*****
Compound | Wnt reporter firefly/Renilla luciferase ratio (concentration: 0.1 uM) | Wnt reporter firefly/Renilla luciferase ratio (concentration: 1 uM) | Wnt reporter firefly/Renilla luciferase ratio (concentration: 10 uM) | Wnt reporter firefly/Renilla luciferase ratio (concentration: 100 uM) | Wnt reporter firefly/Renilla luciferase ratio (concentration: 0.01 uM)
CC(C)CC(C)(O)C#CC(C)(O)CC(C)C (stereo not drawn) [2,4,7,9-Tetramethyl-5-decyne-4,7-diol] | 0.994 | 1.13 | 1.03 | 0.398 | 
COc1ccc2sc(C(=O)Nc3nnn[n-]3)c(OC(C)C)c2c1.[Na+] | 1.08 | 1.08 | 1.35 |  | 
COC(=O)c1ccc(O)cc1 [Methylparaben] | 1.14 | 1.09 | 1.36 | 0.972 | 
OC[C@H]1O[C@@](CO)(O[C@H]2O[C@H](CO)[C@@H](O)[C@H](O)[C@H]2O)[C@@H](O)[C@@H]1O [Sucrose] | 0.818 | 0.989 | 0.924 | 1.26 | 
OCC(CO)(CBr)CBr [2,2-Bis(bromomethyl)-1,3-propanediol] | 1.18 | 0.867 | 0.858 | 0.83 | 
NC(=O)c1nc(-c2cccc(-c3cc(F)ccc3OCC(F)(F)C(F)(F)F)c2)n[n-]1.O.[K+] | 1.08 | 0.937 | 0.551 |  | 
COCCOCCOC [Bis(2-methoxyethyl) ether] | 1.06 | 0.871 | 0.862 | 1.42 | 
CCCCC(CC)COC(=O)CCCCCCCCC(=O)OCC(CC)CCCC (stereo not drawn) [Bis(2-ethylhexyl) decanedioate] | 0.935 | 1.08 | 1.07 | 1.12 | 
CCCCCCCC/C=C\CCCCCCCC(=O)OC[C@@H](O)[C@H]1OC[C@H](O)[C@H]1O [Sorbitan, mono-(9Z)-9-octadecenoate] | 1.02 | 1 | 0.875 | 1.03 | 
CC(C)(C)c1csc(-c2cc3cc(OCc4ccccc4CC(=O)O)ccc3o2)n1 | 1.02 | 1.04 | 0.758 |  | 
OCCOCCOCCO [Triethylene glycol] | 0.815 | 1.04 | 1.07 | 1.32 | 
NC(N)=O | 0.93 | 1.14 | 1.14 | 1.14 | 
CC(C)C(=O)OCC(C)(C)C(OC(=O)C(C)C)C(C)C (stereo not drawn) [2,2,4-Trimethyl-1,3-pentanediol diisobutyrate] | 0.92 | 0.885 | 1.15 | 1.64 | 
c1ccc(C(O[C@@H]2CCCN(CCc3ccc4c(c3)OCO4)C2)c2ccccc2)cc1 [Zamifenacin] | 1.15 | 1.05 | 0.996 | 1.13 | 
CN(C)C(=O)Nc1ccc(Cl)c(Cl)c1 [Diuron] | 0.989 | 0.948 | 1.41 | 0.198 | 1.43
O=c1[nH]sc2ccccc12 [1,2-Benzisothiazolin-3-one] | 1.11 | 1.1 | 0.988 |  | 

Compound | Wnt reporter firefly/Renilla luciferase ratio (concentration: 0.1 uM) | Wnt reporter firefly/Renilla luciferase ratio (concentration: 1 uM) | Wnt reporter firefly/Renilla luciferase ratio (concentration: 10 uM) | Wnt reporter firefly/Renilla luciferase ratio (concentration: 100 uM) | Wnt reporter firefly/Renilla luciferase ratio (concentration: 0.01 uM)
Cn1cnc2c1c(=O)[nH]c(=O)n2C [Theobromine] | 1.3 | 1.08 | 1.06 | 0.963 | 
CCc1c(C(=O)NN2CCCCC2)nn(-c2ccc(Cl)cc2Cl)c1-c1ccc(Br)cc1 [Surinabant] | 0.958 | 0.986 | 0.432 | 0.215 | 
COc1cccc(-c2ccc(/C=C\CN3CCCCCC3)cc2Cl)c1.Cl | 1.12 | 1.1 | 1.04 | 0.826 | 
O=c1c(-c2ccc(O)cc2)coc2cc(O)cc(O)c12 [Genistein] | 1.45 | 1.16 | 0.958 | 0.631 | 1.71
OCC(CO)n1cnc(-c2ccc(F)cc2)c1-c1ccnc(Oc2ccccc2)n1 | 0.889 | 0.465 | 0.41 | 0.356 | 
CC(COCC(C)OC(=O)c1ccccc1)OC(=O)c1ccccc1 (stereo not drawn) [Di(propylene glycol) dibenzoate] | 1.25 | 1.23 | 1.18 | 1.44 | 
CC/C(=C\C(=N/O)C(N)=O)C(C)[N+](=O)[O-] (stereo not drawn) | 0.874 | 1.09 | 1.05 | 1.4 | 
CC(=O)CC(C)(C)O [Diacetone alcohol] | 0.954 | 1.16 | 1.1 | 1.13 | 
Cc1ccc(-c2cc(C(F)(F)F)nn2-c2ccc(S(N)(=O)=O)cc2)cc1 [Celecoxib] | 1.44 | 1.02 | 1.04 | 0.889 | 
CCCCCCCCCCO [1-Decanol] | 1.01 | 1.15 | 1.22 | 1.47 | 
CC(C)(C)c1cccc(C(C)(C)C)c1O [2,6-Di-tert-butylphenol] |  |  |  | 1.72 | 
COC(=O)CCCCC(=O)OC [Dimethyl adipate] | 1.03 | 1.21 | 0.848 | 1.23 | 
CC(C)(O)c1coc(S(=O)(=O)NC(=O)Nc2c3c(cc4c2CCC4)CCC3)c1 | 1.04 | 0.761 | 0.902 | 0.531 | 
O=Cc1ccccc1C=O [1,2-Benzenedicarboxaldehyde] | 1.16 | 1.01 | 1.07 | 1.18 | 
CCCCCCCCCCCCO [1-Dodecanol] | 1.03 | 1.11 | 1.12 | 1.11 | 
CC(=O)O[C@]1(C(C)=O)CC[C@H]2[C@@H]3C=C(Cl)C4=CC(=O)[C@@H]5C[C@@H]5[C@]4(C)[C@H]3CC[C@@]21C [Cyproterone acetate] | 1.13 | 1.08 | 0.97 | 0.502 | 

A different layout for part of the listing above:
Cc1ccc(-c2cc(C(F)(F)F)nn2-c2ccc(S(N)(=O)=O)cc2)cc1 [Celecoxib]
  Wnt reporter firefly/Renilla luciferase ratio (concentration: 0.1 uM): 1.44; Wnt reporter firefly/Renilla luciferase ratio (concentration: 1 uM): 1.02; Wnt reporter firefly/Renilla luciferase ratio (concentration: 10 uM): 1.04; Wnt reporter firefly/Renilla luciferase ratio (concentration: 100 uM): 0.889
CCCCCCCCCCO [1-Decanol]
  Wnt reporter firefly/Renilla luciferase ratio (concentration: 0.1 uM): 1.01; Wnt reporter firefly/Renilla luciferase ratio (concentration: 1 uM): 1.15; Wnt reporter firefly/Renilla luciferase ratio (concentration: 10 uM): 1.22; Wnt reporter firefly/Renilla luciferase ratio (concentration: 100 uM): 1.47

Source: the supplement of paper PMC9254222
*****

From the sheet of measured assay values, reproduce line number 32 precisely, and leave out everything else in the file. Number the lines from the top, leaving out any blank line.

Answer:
O=Cc1ccccc1C=O [1,2-Benzenedicarboxaldehyde] | 1.16 | 1.01 | 1.07 | 1.18 | 